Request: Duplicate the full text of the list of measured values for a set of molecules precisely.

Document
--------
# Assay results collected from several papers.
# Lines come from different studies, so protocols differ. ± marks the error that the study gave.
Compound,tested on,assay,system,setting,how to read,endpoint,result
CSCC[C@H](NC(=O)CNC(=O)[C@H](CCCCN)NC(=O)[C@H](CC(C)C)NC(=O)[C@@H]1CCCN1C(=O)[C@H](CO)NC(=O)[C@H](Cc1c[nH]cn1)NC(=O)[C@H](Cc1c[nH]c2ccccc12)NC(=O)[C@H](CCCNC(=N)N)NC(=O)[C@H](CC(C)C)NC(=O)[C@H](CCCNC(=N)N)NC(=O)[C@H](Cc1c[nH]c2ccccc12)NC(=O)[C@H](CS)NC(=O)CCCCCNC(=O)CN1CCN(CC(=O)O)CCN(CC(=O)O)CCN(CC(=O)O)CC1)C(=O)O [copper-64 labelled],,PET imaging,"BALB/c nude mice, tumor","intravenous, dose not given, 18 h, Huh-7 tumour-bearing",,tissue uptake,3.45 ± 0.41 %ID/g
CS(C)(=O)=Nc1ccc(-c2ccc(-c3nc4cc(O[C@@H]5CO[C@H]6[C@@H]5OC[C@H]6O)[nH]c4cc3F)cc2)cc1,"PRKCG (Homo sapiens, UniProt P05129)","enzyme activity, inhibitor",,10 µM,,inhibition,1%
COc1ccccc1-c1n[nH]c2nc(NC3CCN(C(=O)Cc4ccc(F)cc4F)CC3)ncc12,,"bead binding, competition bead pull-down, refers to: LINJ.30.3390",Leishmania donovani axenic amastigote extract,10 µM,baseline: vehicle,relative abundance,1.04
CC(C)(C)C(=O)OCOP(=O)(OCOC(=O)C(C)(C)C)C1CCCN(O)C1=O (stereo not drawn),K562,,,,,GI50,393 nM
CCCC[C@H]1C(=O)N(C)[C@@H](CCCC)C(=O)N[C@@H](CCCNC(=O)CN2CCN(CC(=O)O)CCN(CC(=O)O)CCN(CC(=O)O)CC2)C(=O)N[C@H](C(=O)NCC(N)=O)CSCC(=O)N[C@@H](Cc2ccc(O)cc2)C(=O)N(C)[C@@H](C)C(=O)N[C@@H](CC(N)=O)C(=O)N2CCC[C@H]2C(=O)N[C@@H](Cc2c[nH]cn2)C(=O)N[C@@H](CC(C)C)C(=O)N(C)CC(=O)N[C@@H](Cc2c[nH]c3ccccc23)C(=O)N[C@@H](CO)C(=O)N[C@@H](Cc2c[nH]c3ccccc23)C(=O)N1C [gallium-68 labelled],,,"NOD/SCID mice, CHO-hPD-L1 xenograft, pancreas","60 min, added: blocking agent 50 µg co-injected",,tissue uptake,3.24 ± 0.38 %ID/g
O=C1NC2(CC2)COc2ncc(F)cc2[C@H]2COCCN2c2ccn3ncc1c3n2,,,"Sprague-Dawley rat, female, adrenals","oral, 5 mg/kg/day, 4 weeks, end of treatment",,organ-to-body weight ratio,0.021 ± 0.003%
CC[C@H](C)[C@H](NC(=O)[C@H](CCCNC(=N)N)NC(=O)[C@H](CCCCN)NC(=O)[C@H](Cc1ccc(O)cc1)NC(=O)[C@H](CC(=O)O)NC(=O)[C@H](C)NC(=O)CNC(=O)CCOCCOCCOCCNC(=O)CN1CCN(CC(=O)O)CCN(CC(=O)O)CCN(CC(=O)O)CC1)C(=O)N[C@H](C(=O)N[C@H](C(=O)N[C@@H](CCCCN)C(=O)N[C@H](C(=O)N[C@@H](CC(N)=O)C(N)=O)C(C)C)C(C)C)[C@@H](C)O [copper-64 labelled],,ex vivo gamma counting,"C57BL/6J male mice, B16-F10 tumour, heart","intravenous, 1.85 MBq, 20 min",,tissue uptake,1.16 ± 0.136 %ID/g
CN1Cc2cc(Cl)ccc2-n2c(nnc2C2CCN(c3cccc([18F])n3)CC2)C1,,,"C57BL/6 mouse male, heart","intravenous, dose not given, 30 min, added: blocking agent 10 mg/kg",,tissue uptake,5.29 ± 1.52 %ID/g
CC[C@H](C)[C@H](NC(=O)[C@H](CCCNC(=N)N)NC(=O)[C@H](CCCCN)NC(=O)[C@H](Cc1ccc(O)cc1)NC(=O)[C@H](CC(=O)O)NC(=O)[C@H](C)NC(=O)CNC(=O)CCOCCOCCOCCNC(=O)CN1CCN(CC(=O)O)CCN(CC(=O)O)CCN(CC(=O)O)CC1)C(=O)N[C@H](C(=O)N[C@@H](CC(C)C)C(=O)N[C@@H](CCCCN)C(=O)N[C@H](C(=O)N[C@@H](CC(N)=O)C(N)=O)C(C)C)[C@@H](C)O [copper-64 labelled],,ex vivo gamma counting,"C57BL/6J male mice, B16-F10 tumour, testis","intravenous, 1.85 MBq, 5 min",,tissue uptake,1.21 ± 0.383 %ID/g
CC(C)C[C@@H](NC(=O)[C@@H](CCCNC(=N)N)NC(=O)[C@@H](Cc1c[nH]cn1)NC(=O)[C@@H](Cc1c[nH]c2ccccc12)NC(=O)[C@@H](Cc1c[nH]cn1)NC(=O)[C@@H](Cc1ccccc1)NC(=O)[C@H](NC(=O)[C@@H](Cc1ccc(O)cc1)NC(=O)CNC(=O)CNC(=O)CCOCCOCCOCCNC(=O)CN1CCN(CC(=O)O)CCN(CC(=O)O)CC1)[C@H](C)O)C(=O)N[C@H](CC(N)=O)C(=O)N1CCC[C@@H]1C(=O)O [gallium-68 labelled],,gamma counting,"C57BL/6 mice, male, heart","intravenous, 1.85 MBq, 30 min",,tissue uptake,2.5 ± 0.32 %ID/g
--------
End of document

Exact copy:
# Assay results collected from several papers.
# Lines come from different studies, so protocols differ. ± marks the error that the study gave.
Compound,tested on,assay,system,setting,how to read,endpoint,result
CSCC[C@H](NC(=O)CNC(=O)[C@H](CCCCN)NC(=O)[C@H](CC(C)C)NC(=O)[C@@H]1CCCN1C(=O)[C@H](CO)NC(=O)[C@H](Cc1c[nH]cn1)NC(=O)[C@H](Cc1c[nH]c2ccccc12)NC(=O)[C@H](CCCNC(=N)N)NC(=O)[C@H](CC(C)C)NC(=O)[C@H](CCCNC(=N)N)NC(=O)[C@H](Cc1c[nH]c2ccccc12)NC(=O)[C@H](CS)NC(=O)CCCCCNC(=O)CN1CCN(CC(=O)O)CCN(CC(=O)O)CCN(CC(=O)O)CC1)C(=O)O [copper-64 labelled],,PET imaging,"BALB/c nude mice, tumor","intravenous, dose not given, 18 h, Huh-7 tumour-bearing",,tissue uptake,3.45 ± 0.41 %ID/g
CS(C)(=O)=Nc1ccc(-c2ccc(-c3nc4cc(O[C@@H]5CO[C@H]6[C@@H]5OC[C@H]6O)[nH]c4cc3F)cc2)cc1,"PRKCG (Homo sapiens, UniProt P05129)","enzyme activity, inhibitor",,10 µM,,inhibition,1%
COc1ccccc1-c1n[nH]c2nc(NC3CCN(C(=O)Cc4ccc(F)cc4F)CC3)ncc12,,"bead binding, competition bead pull-down, refers to: LINJ.30.3390",Leishmania donovani axenic amastigote extract,10 µM,baseline: vehicle,relative abundance,1.04
CC(C)(C)C(=O)OCOP(=O)(OCOC(=O)C(C)(C)C)C1CCCN(O)C1=O (stereo not drawn),K562,,,,,GI50,393 nM
CCCC[C@H]1C(=O)N(C)[C@@H](CCCC)C(=O)N[C@@H](CCCNC(=O)CN2CCN(CC(=O)O)CCN(CC(=O)O)CCN(CC(=O)O)CC2)C(=O)N[C@H](C(=O)NCC(N)=O)CSCC(=O)N[C@@H](Cc2ccc(O)cc2)C(=O)N(C)[C@@H](C)C(=O)N[C@@H](CC(N)=O)C(=O)N2CCC[C@H]2C(=O)N[C@@H](Cc2c[nH]cn2)C(=O)N[C@@H](CC(C)C)C(=O)N(C)CC(=O)N[C@@H](Cc2c[nH]c3ccccc23)C(=O)N[C@@H](CO)C(=O)N[C@@H](Cc2c[nH]c3ccccc23)C(=O)N1C [gallium-68 labelled],,,"NOD/SCID mice, CHO-hPD-L1 xenograft, pancreas","60 min, added: blocking agent 50 µg co-injected",,tissue uptake,3.24 ± 0.38 %ID/g
O=C1NC2(CC2)COc2ncc(F)cc2[C@H]2COCCN2c2ccn3ncc1c3n2,,,"Sprague-Dawley rat, female, adrenals","oral, 5 mg/kg/day, 4 weeks, end of treatment",,organ-to-body weight ratio,0.021 ± 0.003%
CC[C@H](C)[C@H](NC(=O)[C@H](CCCNC(=N)N)NC(=O)[C@H](CCCCN)NC(=O)[C@H](Cc1ccc(O)cc1)NC(=O)[C@H](CC(=O)O)NC(=O)[C@H](C)NC(=O)CNC(=O)CCOCCOCCOCCNC(=O)CN1CCN(CC(=O)O)CCN(CC(=O)O)CCN(CC(=O)O)CC1)C(=O)N[C@H](C(=O)N[C@H](C(=O)N[C@@H](CCCCN)C(=O)N[C@H](C(=O)N[C@@H](CC(N)=O)C(N)=O)C(C)C)C(C)C)[C@@H](C)O [copper-64 labelled],,ex vivo gamma counting,"C57BL/6J male mice, B16-F10 tumour, heart","intravenous, 1.85 MBq, 20 min",,tissue uptake,1.16 ± 0.136 %ID/g
CN1Cc2cc(Cl)ccc2-n2c(nnc2C2CCN(c3cccc([18F])n3)CC2)C1,,,"C57BL/6 mouse male, heart","intravenous, dose not given, 30 min, added: blocking agent 10 mg/kg",,tissue uptake,5.29 ± 1.52 %ID/g
CC[C@H](C)[C@H](NC(=O)[C@H](CCCNC(=N)N)NC(=O)[C@H](CCCCN)NC(=O)[C@H](Cc1ccc(O)cc1)NC(=O)[C@H](CC(=O)O)NC(=O)[C@H](C)NC(=O)CNC(=O)CCOCCOCCOCCNC(=O)CN1CCN(CC(=O)O)CCN(CC(=O)O)CCN(CC(=O)O)CC1)C(=O)N[C@H](C(=O)N[C@@H](CC(C)C)C(=O)N[C@@H](CCCCN)C(=O)N[C@H](C(=O)N[C@@H](CC(N)=O)C(N)=O)C(C)C)[C@@H](C)O [copper-64 labelled],,ex vivo gamma counting,"C57BL/6J male mice, B16-F10 tumour, testis","intravenous, 1.85 MBq, 5 min",,tissue uptake,1.21 ± 0.383 %ID/g
CC(C)C[C@@H](NC(=O)[C@@H](CCCNC(=N)N)NC(=O)[C@@H](Cc1c[nH]cn1)NC(=O)[C@@H](Cc1c[nH]c2ccccc12)NC(=O)[C@@H](Cc1c[nH]cn1)NC(=O)[C@@H](Cc1ccccc1)NC(=O)[C@H](NC(=O)[C@@H](Cc1ccc(O)cc1)NC(=O)CNC(=O)CNC(=O)CCOCCOCCOCCNC(=O)CN1CCN(CC(=O)O)CCN(CC(=O)O)CC1)[C@H](C)O)C(=O)N[C@H](CC(N)=O)C(=O)N1CCC[C@@H]1C(=O)O [gallium-68 labelled],,gamma counting,"C57BL/6 mice, male, heart","intravenous, 1.85 MBq, 30 min",,tissue uptake,2.5 ± 0.32 %ID/g